Christian literature  

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Train wreck at Montparnasse (October 22, 1895) by Studio Lévy and Sons.
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Train wreck at Montparnasse (October 22, 1895) by Studio Lévy and Sons.

Christian literature is writing that deals with Christian themes and incorporates the Christian world view. This constitutes a huge body of extremely varied writing.

Contents

Scripture

While falling within the strict definition of literature, The Bible is not generally considered literature. However, the Bible has been treated and appreciated as literature; the King James Version in particular has long been considered a masterpiece of English prose, whatever may be thought of its religious significance. Several retellings of the Bible, or parts of the Bible, have also been made with the aim of emphasising its literary qualities.

Christian non-fiction

Letters, theological treatises and other instructive and devotional works have been produced by Christian authors since the times of Jesus. For early Christian times almost all writing would be non-fiction, including letters, biblical commentaries, doctrinal works and hagiography. See Patristics.

Since the invention of the printing press non-fictional literature has been used for the dissemination of the Christian message, and also for disseminating different viewpoints within Christianity. The tract (a small pamphlet containing an explanation of some point, or an appeal to the reader) was in use at the time of the Reformation and continues to be used as a part of proselytization.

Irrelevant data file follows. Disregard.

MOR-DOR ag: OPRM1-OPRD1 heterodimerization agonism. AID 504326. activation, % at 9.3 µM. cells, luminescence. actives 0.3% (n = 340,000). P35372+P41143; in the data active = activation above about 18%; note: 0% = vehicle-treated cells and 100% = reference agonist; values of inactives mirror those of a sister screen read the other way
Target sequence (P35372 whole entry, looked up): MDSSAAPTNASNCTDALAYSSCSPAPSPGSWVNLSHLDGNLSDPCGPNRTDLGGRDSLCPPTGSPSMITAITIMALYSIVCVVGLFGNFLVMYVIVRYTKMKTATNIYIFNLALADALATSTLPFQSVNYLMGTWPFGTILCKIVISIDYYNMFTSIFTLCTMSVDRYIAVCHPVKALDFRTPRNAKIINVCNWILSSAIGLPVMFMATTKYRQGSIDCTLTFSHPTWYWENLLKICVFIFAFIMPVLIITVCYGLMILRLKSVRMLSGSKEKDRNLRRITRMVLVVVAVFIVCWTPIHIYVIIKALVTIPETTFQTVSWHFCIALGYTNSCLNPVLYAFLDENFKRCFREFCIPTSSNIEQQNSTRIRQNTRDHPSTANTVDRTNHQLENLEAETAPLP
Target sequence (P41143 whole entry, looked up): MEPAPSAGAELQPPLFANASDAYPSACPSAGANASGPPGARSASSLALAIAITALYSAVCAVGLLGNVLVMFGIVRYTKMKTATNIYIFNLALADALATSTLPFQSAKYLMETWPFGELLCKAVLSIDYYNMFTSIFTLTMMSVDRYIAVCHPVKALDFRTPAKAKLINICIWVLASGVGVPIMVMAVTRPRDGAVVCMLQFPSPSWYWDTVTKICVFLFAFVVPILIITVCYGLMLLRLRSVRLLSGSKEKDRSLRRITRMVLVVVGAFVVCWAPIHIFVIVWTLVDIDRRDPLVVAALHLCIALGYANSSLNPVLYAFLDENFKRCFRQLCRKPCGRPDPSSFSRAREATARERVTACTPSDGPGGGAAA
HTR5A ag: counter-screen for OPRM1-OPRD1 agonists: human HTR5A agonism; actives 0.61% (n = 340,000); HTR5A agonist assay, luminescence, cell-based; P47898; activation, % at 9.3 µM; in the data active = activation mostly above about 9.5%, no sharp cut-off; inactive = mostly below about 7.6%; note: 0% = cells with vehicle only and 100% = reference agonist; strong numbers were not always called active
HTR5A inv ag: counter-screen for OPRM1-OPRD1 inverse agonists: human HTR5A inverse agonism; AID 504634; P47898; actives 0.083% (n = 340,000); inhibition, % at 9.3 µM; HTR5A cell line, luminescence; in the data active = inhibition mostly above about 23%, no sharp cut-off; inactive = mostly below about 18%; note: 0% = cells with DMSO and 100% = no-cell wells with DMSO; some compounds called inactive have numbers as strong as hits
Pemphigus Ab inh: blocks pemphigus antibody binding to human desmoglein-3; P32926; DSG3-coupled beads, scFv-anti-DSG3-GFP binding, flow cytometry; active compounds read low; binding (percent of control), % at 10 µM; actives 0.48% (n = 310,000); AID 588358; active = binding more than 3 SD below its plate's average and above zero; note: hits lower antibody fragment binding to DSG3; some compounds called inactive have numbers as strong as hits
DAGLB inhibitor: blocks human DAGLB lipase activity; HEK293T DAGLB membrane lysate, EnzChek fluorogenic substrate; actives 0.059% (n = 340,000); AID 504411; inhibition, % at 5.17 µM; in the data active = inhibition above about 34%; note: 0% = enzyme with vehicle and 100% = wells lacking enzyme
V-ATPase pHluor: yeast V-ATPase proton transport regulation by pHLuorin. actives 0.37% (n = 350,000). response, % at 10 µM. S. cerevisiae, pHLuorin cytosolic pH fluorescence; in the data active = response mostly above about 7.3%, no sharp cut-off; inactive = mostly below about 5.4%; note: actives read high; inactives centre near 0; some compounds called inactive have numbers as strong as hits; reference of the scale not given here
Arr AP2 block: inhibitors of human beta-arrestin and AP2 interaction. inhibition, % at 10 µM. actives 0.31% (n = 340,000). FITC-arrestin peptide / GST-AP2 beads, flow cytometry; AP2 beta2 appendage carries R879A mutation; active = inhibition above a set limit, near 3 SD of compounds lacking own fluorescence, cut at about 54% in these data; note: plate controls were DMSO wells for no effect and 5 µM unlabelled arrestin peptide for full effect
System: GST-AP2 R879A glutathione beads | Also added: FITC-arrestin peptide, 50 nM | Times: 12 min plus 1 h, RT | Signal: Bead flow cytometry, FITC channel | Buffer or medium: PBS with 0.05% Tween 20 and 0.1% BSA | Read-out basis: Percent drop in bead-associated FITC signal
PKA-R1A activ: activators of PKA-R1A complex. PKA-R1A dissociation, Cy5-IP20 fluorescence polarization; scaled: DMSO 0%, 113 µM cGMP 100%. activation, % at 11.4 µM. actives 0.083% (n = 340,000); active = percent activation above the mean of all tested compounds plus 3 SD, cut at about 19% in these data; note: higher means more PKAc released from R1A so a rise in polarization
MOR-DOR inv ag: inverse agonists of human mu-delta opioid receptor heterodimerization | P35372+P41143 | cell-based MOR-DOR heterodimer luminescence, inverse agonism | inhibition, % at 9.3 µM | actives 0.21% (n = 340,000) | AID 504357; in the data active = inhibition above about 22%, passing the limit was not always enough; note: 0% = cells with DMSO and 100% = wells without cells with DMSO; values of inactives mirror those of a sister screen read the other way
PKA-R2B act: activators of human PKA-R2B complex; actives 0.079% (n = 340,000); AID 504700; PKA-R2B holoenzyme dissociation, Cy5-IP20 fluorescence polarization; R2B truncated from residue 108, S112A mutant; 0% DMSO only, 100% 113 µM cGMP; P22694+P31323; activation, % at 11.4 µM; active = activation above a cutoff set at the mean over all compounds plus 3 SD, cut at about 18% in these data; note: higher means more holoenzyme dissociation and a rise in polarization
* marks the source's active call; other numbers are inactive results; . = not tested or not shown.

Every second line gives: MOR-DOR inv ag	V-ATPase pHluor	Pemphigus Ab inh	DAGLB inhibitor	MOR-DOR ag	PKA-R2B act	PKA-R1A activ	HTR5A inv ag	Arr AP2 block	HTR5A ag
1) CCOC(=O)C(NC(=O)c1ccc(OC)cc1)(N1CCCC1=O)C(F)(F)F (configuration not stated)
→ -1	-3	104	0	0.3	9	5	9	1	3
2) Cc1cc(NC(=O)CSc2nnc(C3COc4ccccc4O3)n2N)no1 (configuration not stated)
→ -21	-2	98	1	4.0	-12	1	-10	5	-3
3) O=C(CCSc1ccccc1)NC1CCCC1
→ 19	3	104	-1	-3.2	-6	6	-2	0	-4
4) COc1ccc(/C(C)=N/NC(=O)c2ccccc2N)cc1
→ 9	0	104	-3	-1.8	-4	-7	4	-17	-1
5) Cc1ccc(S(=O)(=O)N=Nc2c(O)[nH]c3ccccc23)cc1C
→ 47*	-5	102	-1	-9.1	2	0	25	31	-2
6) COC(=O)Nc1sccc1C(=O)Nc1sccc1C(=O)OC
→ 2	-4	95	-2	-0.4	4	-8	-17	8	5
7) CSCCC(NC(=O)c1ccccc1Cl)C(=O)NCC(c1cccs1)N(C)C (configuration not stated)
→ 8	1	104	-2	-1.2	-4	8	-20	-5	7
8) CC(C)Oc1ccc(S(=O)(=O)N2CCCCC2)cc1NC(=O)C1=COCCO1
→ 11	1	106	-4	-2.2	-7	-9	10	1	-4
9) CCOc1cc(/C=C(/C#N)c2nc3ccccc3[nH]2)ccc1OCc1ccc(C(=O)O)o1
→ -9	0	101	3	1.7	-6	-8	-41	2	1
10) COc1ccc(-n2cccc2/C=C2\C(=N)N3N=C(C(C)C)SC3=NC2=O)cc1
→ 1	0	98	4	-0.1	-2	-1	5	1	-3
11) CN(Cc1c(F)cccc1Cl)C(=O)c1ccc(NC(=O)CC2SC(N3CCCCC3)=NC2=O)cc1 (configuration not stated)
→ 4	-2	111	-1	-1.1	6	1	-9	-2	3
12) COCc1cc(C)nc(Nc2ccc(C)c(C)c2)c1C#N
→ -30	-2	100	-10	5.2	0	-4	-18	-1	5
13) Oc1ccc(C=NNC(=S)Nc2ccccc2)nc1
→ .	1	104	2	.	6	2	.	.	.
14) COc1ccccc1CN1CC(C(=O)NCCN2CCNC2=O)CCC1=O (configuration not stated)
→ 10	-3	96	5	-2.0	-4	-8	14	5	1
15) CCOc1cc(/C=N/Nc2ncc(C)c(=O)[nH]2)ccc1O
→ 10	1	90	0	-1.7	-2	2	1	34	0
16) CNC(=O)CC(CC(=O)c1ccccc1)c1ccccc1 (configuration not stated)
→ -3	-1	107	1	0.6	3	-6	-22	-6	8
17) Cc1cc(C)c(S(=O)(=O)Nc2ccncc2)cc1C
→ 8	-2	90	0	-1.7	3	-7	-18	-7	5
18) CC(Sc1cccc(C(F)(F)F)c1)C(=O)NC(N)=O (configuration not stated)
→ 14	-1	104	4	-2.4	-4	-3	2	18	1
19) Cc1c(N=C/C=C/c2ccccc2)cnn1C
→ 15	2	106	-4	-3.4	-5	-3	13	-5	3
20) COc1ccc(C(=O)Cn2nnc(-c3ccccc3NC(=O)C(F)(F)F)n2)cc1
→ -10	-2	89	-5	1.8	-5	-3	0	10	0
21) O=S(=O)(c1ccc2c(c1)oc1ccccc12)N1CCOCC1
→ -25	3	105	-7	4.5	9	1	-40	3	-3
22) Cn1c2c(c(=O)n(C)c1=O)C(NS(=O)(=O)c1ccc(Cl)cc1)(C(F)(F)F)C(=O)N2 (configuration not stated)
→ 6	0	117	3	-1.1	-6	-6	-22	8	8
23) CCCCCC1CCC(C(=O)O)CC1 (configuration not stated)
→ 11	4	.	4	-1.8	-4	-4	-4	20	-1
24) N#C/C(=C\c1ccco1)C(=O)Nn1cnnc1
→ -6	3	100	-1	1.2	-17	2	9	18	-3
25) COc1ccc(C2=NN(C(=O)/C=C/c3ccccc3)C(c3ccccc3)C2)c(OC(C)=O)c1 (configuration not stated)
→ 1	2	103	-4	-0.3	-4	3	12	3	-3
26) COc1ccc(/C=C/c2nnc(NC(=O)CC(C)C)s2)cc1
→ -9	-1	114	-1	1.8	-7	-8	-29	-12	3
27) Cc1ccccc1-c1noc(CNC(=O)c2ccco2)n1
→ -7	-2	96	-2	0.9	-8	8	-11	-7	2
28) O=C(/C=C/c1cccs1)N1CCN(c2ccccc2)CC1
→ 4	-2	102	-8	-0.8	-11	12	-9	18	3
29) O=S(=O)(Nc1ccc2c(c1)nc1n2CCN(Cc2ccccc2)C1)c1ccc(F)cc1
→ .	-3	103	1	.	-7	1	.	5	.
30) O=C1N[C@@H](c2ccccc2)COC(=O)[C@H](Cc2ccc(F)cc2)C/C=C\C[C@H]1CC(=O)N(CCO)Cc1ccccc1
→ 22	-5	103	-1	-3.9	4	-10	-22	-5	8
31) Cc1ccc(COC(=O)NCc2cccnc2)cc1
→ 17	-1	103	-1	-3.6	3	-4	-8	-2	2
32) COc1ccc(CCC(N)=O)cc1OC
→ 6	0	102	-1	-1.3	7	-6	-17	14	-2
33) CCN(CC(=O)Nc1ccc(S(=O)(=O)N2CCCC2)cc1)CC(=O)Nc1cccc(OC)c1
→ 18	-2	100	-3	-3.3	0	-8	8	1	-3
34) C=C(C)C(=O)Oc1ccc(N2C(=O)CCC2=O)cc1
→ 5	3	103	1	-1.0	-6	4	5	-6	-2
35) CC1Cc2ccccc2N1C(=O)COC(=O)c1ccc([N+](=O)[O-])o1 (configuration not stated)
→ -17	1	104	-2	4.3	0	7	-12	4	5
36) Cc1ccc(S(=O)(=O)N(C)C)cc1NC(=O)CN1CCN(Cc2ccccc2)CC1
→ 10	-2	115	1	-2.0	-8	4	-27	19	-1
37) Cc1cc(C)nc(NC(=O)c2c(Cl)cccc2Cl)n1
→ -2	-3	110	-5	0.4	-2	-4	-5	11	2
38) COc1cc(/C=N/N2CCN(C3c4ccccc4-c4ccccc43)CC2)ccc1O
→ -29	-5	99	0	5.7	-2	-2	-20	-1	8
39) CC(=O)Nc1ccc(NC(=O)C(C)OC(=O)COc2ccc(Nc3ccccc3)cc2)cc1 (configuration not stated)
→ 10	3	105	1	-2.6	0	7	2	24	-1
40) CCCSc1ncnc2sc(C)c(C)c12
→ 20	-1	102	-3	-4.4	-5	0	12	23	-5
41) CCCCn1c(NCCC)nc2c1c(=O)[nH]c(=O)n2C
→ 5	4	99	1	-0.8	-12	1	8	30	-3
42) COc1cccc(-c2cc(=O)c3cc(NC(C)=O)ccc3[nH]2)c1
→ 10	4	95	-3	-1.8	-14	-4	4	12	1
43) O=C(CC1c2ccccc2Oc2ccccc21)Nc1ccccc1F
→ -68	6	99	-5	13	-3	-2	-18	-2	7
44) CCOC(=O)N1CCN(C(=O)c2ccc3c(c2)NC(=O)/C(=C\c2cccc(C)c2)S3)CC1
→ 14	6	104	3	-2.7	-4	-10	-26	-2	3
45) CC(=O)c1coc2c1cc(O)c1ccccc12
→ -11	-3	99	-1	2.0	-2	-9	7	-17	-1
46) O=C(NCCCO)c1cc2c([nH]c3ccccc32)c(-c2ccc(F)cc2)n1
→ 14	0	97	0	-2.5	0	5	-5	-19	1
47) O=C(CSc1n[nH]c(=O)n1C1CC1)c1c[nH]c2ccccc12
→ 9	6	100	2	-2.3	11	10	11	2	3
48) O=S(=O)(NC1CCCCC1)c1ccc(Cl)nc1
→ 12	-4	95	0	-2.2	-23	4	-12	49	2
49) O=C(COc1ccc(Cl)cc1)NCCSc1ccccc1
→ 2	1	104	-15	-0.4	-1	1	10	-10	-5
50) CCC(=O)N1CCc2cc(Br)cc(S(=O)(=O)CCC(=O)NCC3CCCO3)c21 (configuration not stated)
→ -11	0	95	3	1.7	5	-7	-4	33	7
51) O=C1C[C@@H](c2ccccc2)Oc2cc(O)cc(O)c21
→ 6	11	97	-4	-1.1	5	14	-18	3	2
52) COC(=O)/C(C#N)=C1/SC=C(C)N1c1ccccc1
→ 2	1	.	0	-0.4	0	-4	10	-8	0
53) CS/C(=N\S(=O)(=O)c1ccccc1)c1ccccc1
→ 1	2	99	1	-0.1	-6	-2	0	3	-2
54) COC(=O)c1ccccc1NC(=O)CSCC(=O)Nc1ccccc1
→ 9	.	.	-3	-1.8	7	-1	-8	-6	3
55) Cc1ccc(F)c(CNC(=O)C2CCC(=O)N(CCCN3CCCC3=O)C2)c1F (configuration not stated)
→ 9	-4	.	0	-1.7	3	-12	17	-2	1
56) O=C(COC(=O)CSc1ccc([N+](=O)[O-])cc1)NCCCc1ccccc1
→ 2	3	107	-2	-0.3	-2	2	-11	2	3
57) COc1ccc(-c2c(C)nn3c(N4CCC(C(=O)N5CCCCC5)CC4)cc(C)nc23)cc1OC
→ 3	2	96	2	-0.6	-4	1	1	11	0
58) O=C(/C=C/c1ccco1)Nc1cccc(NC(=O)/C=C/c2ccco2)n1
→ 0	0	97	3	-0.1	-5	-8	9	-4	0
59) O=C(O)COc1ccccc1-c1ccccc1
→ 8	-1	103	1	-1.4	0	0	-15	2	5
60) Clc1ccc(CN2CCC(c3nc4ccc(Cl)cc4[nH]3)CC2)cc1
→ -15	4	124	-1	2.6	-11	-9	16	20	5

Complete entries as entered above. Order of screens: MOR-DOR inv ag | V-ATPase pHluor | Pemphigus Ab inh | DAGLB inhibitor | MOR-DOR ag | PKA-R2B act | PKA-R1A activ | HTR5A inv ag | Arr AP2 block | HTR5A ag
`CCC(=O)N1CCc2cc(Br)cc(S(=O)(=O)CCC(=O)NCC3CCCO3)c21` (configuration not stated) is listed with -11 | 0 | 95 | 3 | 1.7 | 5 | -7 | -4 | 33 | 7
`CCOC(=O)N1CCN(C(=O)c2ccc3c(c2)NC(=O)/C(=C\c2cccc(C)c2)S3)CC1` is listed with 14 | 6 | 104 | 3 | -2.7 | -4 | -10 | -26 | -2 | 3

Christian fiction

Christian fiction is sometimes harder to define than Christian non-fiction. Christian themes are not always explicit. There is sometimes argument as to whether the works of a Christian author are necessarily Christian fiction. For example while there are undoubted Christian themes within The Lord of the Rings, many would not consider this to be a work of Christian fiction.

For many centuries fiction has been written based on Christian ideas. Early examples include Paradise Lost, Dante's Inferno and The Pilgrim's Progress.

More modern examples include the works of G. K. Chesterton, George Macdonald and C.S. Lewis.

In the last few decades the existence of a Christian subculture, particularly in North America, has given rise to a specific genre of Christian novel, written by and for Christians and generally with explicit Christian themes. Such novels are often marketed exclusively to Christians and sold in Christian bookshops. The Christy Awards honour excellence in this genre.

In the late 20th century, with the rise of the Christian Right in American society, Christian-themed fiction has thrived. Examples include the works of Tim LaHaye, Jerry B. Jenkins, Frank Peretti, Ted Dekker, Randy Alcorn and Janette Oke.

Within the field of Christian fiction smaller niche markets have emerged aimed at specific denominations, notably Catholic Fiction and Latter Day Saints Fiction. There are also Christian fiction that is aimed a wider mainstream audiences such as the best selling Left Behind series.

Christian poetry

Christian poetry

Christian theatre

Throughout the medieval period churches in Europe frequently performed mystery plays, retelling the stories of the Bible. These became widespread in Europe by the end of the fifteenth century. During the fifteenth and sixteenth centuries these developed into the Morality play, an allegorical play intended to exhort the audience to the virtuous life.

In the sixteenth and seventeenth centuries theatre was generally seen as wicked, and the church made attempts to suppress it.(Citation Needed) In the twentieth century churches, particularly evangelical churches, rediscovered the use of theatre as a form of outreach and as a valid art form.

Notable works

(philosophy, plays, lyrical poetry, biography, narrative writings, novels included, most of the theological and hagiographical works are not included )

See also





Unless indicated otherwise, the text in this article is either based on Wikipedia article "Christian literature" or another language Wikipedia page thereof used under the terms of the GNU Free Documentation License; or on original research by Jahsonic and friends. See Art and Popular Culture's copyright notice.

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